After showing Union Maids earlier in the semester, an instructor might remind students of the chronological overlap between the 9 to 5 movement and the production of Union Maids. Both offer windows into the women's liberation movement in the 1970s: while the 9 to 5 documentary engages with it directly, Union Maids suggests some of the questions that interested feminist filmmakers in the 1970s. An instructor might tease out these dynamics, asking students whether Union Maids reveals more about the 1930s or the 1970s, and, in that vein, what the 9 to 5 documentary might tell us about our present moment.

I would pair the 9 to 5 documentary not only with the feature film, but also with Kirsten Swinth's Feminism's Forgotten Fight: The Unfinished Struggle for Work and Family (2018), which explores the understudied efforts of second-wave feminists to redistribute unwaged labor and to pressure workplaces to accommodate families. Together, the two pieces showcase how the women's movement engaged with the politics of work beyond liberal feminists' demands for equality.

Ideally, all three films would have a place in the feminist classroom, as each covers an important moment in women's labor history. If I could show only one, I would choose Union Maids. Viewing it again for this review reminded me why it has achieved classic status. Its singular focus on three workers offers penetrating insights into women's working lives, and the fervency of its three radical protagonists reminds young viewers of the potential in labor feminism to reimagine power in the workplace.

Works Cited

9 to 5. 1980. Directed by Colin Higgins. Century City, CA: 20th Century Fox. 110 minutes.

Cobble, Dorothy Sue. 2004. The Other Women's Movement: Workplace Justice and Social Rights in Modern America. Princeton, NJ: Princeton University Press.

Cobble, Dorothy Sue, Linda Gordon, and Astrid Henry. 2014. Feminism Unfinished: A Short, Surprising History of American Women’s Movements. New York: Liveright Publishing.

Gordon, Linda. 1977. “Union Maids: Working Class Heroines.” Jumpcut: A Review of Contemporary Media 14 (March): 34-35.

Gore, Dayo F. 2011. Radicalism at the Crossroads: African American Women Activists in the Cold War. New York: New York University Press.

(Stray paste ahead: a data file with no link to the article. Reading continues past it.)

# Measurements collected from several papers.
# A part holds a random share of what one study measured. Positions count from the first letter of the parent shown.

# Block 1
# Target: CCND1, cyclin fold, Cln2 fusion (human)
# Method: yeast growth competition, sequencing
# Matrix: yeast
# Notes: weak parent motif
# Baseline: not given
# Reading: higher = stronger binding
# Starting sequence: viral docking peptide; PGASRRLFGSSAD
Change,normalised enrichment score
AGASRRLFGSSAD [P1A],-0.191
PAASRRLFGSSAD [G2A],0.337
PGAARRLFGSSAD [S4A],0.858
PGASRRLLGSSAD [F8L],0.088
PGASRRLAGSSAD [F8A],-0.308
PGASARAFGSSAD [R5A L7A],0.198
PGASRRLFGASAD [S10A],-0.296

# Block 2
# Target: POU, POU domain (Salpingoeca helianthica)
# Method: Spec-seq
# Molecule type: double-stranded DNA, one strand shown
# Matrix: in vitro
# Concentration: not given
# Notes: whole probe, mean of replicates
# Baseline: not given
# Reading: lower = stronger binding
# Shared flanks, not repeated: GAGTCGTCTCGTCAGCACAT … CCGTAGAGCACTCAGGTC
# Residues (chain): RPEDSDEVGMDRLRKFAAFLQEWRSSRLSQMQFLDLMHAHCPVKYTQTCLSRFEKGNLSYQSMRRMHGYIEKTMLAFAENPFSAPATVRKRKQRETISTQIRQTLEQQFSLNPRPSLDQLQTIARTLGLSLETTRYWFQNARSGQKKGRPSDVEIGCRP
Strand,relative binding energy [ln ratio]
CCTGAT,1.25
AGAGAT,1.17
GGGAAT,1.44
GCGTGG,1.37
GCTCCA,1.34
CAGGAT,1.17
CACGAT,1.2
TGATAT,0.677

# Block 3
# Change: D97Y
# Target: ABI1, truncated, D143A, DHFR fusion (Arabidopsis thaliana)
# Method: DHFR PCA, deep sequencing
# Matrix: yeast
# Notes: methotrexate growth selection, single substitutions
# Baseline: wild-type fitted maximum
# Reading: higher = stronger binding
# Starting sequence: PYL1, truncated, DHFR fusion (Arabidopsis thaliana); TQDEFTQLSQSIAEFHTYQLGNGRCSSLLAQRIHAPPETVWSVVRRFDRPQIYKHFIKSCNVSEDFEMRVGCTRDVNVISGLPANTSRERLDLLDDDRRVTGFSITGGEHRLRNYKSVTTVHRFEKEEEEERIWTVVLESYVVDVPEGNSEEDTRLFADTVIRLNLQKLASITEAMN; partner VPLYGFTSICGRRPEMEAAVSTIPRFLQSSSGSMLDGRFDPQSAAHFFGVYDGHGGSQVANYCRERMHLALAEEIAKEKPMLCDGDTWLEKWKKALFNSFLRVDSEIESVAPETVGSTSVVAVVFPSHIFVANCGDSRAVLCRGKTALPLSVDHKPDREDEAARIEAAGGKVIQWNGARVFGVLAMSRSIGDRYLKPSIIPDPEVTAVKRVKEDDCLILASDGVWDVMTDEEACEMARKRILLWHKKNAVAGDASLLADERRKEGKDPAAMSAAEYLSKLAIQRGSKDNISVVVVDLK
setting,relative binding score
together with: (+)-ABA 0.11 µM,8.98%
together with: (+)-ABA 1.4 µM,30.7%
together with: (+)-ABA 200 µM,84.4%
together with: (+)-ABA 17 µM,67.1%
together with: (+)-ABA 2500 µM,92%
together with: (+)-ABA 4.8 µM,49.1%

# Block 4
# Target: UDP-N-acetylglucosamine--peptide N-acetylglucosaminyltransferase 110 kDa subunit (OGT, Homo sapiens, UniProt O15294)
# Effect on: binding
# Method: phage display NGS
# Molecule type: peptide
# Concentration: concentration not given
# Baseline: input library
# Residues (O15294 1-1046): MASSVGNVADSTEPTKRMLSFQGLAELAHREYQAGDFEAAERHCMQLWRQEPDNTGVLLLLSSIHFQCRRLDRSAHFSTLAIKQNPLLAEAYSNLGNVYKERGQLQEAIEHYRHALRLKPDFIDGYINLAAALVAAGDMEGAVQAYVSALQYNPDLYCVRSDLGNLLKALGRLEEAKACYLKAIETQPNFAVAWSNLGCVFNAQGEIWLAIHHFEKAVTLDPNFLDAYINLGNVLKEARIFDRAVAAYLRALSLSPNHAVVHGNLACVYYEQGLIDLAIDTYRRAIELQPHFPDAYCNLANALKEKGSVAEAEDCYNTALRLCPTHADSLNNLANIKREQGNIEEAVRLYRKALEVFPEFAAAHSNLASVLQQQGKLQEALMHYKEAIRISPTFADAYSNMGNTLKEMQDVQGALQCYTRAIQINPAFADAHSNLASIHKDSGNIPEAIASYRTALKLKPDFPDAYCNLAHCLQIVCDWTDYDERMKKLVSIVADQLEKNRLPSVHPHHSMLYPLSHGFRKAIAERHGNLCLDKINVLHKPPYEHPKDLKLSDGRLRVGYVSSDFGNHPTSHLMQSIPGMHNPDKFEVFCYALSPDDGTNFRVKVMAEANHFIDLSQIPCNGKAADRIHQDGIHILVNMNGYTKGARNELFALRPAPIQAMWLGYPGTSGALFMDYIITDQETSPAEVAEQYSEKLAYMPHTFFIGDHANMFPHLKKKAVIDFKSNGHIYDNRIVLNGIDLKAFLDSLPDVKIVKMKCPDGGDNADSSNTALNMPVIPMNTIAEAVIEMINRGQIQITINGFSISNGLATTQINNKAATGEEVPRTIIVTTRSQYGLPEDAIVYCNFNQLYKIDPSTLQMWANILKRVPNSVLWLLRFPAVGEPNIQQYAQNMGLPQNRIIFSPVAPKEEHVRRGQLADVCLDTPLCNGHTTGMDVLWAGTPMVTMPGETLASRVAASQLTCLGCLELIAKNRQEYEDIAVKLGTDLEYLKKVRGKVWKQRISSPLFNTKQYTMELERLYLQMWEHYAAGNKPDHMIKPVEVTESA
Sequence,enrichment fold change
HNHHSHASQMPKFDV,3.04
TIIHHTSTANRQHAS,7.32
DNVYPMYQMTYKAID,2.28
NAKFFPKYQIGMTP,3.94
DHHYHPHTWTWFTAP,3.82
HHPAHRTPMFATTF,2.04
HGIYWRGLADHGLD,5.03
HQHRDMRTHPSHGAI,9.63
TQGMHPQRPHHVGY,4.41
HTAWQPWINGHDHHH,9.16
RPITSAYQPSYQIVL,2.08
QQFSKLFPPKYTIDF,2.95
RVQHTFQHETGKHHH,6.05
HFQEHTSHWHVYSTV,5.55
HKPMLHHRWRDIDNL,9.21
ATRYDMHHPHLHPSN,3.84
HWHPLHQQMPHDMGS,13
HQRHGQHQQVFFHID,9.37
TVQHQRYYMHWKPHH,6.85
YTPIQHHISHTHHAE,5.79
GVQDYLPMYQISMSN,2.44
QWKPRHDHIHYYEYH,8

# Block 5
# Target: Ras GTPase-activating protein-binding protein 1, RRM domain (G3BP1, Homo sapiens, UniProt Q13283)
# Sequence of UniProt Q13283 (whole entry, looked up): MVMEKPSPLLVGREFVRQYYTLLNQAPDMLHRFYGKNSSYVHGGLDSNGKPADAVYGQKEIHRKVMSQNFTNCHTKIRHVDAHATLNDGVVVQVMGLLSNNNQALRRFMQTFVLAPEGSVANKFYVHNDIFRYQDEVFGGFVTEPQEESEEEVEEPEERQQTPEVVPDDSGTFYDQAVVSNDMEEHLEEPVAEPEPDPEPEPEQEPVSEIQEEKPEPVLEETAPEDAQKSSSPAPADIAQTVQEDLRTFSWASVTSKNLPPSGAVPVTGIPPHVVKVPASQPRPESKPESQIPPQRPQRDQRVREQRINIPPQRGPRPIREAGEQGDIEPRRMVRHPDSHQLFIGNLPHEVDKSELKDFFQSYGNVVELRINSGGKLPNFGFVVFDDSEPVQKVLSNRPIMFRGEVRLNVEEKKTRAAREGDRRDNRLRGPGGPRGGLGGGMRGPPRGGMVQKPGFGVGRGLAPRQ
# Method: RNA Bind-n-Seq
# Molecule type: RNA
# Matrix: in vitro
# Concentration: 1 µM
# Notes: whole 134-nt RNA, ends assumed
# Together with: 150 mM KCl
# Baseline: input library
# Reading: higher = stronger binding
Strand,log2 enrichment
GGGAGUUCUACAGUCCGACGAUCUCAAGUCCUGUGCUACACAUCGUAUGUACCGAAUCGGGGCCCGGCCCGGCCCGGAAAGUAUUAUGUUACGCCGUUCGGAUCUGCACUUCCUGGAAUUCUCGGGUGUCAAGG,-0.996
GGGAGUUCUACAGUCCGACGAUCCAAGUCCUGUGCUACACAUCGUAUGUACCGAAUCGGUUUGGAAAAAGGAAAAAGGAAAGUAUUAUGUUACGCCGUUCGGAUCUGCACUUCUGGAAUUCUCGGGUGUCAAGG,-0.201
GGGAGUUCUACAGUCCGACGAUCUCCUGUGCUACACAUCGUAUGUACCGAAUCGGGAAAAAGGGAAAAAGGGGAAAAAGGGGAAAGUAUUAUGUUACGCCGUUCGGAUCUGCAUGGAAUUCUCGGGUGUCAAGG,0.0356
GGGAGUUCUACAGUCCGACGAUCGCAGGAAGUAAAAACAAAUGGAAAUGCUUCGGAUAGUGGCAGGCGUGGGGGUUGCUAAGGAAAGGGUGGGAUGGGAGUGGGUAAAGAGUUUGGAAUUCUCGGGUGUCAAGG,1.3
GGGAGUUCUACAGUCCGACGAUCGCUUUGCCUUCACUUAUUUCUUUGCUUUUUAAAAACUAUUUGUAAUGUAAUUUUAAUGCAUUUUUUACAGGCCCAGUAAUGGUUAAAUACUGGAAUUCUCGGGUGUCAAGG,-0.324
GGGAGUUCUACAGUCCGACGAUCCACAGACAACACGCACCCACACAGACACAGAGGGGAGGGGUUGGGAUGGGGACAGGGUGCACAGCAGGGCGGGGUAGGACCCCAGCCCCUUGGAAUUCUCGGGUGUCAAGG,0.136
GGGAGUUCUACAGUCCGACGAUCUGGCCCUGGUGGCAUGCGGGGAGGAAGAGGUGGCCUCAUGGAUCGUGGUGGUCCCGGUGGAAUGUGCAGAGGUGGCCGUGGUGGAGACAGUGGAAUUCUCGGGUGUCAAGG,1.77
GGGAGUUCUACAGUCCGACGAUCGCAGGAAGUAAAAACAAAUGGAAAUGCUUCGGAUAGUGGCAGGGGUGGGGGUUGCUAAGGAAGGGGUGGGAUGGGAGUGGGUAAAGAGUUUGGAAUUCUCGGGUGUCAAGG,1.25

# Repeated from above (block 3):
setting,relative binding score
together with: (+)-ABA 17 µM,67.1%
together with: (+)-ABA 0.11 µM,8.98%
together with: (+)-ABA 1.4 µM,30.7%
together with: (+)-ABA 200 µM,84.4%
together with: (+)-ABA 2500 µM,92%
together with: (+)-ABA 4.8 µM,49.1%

Lemke-Santangelo, Gretchen. 1996. Abiding Courage: African American Migrant Women and the East Bay Community.Chapel Hill: University of North Carolina Press.

Hyndman, Katherine. 2015. “1970 Oral History Interview with Katherine Hyndman.” Libcom.org, June 2.

Ruiz, Vicki L. 1987. Cannery Women, Cannery Lives: Mexican Women, Unionization, and the California Food Processing Industry, 1930-1950. Albuquerque: University of New Mexico Press.

Starr, Vicki. 2016. “Union Maids / Vicky Starr aka Stella Nowicki; Produced by Sophie's Parlor Media Collective.” Archive.org, 32:59, April 30.

Swinth, Kirsten. 2018. Feminism's Forgotten Fight: The Unfinished Struggle for Work and Family. Cambridge, MA: Harvard University Press.

Sylvia Woods (1919) Read by Alana Arenas.” 2014. Vimeo video, 3:02. Voices of a People's History, July 8.

Additional Resources

Combahee River Collective. 1995 (1977). “A Black Feminist Statement.” In Words of Fire: An Anthology of African-American Feminist Thought, edited by Beverly Guy-Sheftall, 232–40. New York: New Press.

Farmer, Ashley D. 2017. Remaking Black Power: How Black Women Transformed an Era. Chapel Hill: University of North Carolina Press.

Taylor, Keeanga-Yamahtta, ed. 2017. How We Get Free: Black Feminism and the Combahee River Collective. Chicago: Haymarket Books.

Justine Modica Justine Modica (jm2767@cornell.edu) is a Klarman Postdoctoral Fellow in the History Department at Cornell University. She received her PhD in US history with a minor in feminist, gender, and sexuality studies from Stanford University in 2022. Her book manuscript in progress examines the history of child care as a labor issue in the late-twentieth-century United States.